Archive for September, 2011
My father and I took a car trip, just the two of us, from Binghamton to Lake George. I was 9 or 10 and was supposed to be the navigator, but we got off course, and we ran out of gas somewhere called Speculator, in the middle of nowhere. I thought Dad would get mad, but he took it all in stride. We walked along the road, and the stars in the sky were huge, as he pointed out. He stopped at someone’s house, got us enough gas to get to a gas station, and we went on to Lake George. Truth is, I don’t remember that much about Lake George, but I do remember the night before quite well.
My dad would have been 85 tomorrow.
What have you done at a job, either your current one or an earlier one, that you took real pride in? I had one of those experiences this past month.
I was answering the phones in my office on the Friday afternoon before Labor Day; the office manager was out sick, and since the secretary retired, there is no backup. Understand that answering the phones is NOT specifically part of my job description. But I simply can’t stand an unanswered phone at work. (TOTALLY different at home, BTW; that’s why God invented caller ID and the answering machine.) In fact, over a year ago, I specifically requested and got phones that would pick up the main lines.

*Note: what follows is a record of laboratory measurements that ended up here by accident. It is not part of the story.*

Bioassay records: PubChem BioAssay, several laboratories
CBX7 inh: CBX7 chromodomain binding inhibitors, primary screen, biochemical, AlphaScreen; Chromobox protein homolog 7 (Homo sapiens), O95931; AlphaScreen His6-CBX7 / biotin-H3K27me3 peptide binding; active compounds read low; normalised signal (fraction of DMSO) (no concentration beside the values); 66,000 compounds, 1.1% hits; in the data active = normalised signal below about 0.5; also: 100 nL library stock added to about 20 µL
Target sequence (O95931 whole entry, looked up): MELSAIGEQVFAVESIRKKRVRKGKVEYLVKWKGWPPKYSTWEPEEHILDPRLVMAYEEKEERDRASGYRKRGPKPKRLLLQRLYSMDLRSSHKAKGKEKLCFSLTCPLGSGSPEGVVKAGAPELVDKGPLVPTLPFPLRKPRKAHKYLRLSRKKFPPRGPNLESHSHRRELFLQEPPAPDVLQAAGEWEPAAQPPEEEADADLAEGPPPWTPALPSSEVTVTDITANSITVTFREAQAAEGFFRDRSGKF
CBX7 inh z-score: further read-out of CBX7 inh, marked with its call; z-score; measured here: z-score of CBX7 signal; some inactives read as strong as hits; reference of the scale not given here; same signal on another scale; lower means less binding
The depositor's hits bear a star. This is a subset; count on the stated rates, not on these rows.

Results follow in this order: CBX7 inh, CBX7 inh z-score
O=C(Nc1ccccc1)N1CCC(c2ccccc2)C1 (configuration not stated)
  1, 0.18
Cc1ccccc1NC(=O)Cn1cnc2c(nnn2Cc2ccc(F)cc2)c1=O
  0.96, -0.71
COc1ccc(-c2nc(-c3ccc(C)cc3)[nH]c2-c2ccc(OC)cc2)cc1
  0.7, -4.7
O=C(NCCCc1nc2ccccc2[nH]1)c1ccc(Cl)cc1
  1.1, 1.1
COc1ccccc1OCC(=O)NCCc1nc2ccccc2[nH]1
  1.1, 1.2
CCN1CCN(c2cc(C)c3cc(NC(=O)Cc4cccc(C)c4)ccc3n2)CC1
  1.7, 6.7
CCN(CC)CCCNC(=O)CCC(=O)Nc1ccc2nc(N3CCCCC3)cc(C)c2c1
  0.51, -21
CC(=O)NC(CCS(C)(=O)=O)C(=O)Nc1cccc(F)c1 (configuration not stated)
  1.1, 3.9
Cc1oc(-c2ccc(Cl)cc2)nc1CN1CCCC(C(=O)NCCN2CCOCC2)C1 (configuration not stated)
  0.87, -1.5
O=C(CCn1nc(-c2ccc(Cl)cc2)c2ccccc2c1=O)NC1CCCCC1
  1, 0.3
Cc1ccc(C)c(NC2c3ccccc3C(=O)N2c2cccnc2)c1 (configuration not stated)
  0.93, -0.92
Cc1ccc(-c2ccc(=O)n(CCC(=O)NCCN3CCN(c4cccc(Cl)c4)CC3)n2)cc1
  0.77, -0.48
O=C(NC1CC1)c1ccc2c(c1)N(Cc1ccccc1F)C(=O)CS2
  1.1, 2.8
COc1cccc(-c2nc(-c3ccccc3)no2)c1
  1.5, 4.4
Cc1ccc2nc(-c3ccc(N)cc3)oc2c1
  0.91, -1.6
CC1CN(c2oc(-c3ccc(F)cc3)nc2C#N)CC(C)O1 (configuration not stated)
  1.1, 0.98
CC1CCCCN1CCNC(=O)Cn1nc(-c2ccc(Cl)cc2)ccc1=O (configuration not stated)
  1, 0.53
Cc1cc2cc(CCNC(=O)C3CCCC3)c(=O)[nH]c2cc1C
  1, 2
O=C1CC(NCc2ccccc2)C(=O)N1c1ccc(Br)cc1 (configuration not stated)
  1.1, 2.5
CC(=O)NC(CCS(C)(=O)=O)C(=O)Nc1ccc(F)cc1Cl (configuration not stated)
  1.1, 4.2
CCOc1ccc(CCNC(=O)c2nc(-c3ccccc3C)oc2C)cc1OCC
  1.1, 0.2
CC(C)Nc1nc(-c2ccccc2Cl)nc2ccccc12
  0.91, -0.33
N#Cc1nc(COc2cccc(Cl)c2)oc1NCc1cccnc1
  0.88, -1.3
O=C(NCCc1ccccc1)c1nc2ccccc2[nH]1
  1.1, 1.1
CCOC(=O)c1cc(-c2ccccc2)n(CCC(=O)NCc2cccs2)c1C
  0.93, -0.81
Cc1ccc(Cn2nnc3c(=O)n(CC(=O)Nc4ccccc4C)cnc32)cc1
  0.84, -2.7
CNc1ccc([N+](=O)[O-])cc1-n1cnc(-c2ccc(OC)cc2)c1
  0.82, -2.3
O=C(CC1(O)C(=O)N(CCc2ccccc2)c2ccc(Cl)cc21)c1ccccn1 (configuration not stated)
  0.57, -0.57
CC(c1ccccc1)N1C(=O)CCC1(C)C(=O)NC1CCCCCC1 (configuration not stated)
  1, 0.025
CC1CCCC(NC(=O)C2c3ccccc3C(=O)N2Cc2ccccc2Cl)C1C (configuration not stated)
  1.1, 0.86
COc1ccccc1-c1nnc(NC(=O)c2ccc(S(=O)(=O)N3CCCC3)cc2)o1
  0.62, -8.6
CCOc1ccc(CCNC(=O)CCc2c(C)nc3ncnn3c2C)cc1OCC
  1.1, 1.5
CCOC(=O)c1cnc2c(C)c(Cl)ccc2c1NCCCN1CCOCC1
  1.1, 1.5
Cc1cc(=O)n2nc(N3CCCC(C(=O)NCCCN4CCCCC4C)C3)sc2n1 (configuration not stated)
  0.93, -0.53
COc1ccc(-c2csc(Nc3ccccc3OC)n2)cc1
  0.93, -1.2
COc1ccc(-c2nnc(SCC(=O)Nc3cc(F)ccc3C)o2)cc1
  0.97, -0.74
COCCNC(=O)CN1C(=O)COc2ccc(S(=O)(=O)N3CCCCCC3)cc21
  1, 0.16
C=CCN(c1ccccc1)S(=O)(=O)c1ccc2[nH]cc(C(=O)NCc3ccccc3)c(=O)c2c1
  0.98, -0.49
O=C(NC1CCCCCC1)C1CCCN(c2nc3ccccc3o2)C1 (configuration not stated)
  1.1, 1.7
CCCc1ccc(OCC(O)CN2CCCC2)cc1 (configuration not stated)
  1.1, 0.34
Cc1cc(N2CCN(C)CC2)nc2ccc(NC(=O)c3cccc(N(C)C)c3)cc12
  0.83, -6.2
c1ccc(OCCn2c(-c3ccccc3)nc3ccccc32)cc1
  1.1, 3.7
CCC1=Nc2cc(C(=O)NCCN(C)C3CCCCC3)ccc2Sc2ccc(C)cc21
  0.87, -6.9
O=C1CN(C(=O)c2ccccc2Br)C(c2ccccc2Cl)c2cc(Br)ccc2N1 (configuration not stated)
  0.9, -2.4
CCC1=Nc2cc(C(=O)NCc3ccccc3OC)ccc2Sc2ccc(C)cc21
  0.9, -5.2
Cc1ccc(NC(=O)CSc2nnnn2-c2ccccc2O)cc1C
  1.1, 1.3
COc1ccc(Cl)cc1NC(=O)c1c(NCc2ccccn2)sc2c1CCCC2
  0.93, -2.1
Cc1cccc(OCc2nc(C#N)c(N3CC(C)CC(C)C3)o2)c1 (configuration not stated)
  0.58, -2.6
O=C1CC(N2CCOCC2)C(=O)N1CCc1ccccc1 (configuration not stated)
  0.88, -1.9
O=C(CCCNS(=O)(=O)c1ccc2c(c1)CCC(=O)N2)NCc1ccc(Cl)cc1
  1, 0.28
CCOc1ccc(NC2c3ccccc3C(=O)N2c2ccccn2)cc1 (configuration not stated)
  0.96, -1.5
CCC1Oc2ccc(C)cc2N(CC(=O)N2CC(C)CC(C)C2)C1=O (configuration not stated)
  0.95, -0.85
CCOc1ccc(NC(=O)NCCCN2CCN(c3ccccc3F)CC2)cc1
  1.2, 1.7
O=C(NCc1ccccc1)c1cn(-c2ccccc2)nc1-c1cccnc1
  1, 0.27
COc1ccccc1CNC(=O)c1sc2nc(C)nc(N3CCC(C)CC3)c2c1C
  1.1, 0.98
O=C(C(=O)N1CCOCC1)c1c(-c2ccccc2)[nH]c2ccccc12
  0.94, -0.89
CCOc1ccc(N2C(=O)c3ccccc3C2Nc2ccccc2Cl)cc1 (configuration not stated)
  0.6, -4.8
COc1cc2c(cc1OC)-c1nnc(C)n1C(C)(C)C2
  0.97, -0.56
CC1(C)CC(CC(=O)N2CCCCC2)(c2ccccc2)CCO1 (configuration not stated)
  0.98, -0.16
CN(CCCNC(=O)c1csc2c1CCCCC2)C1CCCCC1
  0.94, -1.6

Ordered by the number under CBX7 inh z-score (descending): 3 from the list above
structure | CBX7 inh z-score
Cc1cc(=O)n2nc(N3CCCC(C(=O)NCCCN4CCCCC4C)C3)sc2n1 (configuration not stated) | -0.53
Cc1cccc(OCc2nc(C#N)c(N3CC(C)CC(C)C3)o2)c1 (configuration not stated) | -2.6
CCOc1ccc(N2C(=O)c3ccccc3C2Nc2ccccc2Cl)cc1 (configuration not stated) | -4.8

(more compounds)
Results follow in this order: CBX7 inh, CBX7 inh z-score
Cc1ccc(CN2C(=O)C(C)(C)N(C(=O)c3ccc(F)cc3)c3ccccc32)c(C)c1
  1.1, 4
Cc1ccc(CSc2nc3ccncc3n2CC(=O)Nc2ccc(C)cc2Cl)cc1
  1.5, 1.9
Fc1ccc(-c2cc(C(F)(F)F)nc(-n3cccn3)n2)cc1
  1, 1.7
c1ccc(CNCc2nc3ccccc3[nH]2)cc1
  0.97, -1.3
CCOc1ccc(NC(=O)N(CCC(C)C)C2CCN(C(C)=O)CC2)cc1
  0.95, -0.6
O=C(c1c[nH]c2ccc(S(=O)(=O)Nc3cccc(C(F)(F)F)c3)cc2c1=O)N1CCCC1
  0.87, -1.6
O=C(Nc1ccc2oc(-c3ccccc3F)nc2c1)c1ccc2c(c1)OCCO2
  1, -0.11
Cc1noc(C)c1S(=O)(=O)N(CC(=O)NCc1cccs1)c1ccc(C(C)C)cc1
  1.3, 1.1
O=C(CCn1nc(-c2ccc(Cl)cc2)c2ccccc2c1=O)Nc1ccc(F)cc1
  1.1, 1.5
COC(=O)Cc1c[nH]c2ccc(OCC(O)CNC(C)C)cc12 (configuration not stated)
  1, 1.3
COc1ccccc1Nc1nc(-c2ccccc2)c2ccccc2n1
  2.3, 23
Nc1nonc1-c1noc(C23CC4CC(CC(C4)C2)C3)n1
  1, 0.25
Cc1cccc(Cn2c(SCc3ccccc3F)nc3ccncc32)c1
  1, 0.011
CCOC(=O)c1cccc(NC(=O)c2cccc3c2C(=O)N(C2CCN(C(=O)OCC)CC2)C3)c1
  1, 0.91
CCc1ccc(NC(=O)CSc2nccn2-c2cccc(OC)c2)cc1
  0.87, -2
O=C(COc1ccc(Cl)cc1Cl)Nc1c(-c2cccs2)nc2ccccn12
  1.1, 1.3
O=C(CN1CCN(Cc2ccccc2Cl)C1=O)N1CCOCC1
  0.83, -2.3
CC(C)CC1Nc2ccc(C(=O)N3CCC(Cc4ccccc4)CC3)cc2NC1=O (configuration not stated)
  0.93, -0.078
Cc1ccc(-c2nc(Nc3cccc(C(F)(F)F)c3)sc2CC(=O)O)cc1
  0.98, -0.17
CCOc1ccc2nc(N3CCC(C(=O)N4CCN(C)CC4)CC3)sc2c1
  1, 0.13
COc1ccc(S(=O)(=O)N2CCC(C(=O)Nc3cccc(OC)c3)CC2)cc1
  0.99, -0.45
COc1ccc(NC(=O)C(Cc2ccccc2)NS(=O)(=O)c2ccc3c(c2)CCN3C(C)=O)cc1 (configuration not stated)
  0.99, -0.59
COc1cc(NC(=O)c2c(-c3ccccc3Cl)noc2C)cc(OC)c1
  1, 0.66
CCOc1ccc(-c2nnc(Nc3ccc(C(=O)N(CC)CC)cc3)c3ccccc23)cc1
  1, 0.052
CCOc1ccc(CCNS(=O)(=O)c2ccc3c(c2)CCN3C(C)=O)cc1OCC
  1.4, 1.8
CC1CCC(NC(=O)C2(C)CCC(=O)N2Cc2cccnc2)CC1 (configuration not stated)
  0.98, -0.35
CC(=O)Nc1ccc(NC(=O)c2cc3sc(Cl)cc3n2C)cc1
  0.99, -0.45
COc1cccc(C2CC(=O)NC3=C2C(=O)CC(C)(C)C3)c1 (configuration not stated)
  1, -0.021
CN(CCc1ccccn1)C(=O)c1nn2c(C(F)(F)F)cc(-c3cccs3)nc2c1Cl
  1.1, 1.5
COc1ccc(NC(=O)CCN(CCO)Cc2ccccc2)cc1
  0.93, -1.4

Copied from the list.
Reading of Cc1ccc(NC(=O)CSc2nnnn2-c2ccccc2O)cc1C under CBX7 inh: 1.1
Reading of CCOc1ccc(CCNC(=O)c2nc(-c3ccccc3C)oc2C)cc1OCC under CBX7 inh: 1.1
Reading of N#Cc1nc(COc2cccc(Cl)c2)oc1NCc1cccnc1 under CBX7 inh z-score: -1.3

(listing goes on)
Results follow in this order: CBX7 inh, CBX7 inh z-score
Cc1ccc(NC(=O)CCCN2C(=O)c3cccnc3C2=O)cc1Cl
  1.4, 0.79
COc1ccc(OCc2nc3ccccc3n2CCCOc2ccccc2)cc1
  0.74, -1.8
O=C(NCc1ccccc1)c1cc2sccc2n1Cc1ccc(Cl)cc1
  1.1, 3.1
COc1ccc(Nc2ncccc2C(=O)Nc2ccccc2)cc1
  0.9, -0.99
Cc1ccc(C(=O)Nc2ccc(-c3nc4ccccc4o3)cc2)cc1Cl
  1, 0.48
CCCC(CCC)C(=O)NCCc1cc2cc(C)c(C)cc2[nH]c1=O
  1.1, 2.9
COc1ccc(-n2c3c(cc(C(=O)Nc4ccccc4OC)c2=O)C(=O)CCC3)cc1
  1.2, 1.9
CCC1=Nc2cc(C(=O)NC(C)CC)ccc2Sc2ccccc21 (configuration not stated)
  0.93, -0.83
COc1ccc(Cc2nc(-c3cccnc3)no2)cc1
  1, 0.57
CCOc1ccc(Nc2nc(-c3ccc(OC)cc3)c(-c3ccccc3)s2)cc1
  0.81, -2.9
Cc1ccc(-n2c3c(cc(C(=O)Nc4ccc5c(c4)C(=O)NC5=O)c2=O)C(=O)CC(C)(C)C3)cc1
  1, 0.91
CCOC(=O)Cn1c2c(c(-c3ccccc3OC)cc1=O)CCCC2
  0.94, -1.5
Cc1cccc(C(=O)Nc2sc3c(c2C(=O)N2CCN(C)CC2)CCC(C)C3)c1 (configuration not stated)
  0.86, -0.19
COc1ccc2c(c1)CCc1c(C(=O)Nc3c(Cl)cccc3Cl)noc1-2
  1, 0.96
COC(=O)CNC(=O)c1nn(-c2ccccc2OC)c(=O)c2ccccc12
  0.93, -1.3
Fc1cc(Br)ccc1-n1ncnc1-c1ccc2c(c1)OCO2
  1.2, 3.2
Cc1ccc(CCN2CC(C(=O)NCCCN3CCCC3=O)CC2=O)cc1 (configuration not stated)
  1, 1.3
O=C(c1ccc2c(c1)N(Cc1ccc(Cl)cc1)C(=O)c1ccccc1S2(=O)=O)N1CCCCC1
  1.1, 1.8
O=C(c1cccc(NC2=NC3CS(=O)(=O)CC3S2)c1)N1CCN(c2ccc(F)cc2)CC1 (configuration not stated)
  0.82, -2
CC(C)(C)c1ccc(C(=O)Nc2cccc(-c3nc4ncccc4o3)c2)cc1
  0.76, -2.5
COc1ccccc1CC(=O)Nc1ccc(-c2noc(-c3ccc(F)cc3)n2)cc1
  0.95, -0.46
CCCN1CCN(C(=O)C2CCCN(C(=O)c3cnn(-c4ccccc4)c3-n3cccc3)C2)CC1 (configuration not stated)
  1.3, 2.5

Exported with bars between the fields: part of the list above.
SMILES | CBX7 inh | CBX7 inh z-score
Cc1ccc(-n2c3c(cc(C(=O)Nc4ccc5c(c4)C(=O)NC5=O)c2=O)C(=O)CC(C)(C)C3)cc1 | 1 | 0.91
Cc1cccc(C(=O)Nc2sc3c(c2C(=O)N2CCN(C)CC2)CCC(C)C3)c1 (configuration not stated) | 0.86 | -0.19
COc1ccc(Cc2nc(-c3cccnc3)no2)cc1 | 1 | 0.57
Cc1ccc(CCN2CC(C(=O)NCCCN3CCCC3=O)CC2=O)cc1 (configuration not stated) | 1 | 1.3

There’s this woman on the phone, Lauren from ABC News, who calls about 2 pm. She’s working on a series of stories about people who lost their jobs but subsequently started their own businesses. The trick for me is that it’d have to be someone who had waived confidentiality as one of our clients. Read the rest of this entry »
What the title says. You (i.e., YOU there) get to ask me ANYTHING. And I HAVE to answer. Honesty, though evasiveness is allowed.
Just recently, I got a question from a previous iteration of this meme:
Hey there, i read your blog site often and i individual an equivalent one particular we was just wanting to know Read the rest of this entry »
The third full day in Toronto we dedicated to going to the Toronto Zoo. It is on the eastern edge of the city, and required both train and bus to get there. One could make the case for driving there, I suppose. One of the selling points of having the City Pass is that one could avoid lines. Never was this more true at the Zoo, where we avoided at least a 15-minute wait just to get inside.
The zoo is massive. We saw only about 40% of it. We went to the Malay and African sections but never even got to the Americas or Australia or Eurasia. We considered taking the train around, and we might do that on a future trip. We’re already thinking about that. Read the rest of this entry »
When I was thinking about us taking our trip to Toronto, I asked you fine folks for some recommendations. Some of you, especially Jaquandor, suggested a number of venues. As it turns out, all of the suggested locations are available from some program called the City Pass. In this case, five attractions at about 45% off the regular price, with nine days to see them all.
On our first full day, we took the subway to the CN Tower. Well, close to the CN Tower. We walked to an adjacent plaza as the signs suggested, but were obstructed by new construction. We followed the detour signs, and ended up exactly where we had started. We got to our destination eventually, and purchased the one child and two adult City Passes.
The CN Tower, which is one of the tallest human-made buildings in the world, was the most touristy of the five locations, with long lines. Recommendation: get there early. Don’t stop to go to the bathroom Read the rest of this entry »